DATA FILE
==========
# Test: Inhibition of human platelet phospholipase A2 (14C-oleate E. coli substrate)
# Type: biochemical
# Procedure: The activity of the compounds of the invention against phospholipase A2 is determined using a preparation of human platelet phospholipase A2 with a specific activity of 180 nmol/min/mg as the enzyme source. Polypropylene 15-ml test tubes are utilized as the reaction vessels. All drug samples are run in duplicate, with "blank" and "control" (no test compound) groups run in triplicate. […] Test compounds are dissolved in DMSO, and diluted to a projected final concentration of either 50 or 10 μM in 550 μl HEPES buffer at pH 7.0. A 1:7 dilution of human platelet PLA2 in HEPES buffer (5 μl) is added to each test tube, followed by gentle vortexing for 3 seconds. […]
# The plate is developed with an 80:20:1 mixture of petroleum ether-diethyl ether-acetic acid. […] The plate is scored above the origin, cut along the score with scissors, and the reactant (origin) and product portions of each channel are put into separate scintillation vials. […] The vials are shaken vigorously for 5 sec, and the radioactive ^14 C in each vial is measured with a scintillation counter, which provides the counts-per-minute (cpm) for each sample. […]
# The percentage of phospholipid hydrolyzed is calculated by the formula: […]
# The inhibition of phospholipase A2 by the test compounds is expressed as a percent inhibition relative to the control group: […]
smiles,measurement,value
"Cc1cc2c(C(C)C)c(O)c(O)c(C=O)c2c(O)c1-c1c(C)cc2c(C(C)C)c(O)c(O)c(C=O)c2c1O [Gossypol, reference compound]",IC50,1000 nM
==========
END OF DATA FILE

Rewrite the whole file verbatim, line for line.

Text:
# Test: Inhibition of human platelet phospholipase A2 (14C-oleate E. coli substrate)
# Type: biochemical
# Procedure: The activity of the compounds of the invention against phospholipase A2 is determined using a preparation of human platelet phospholipase A2 with a specific activity of 180 nmol/min/mg as the enzyme source. Polypropylene 15-ml test tubes are utilized as the reaction vessels. All drug samples are run in duplicate, with "blank" and "control" (no test compound) groups run in triplicate. […] Test compounds are dissolved in DMSO, and diluted to a projected final concentration of either 50 or 10 μM in 550 μl HEPES buffer at pH 7.0. A 1:7 dilution of human platelet PLA2 in HEPES buffer (5 μl) is added to each test tube, followed by gentle vortexing for 3 seconds. […]
# The plate is developed with an 80:20:1 mixture of petroleum ether-diethyl ether-acetic acid. […] The plate is scored above the origin, cut along the score with scissors, and the reactant (origin) and product portions of each channel are put into separate scintillation vials. […] The vials are shaken vigorously for 5 sec, and the radioactive ^14 C in each vial is measured with a scintillation counter, which provides the counts-per-minute (cpm) for each sample. […]
# The percentage of phospholipid hydrolyzed is calculated by the formula: […]
# The inhibition of phospholipase A2 by the test compounds is expressed as a percent inhibition relative to the control group: […]
smiles,measurement,value
"Cc1cc2c(C(C)C)c(O)c(O)c(C=O)c2c(O)c1-c1c(C)cc2c(C(C)C)c(O)c(O)c(C=O)c2c1O [Gossypol, reference compound]",IC50,1000 nM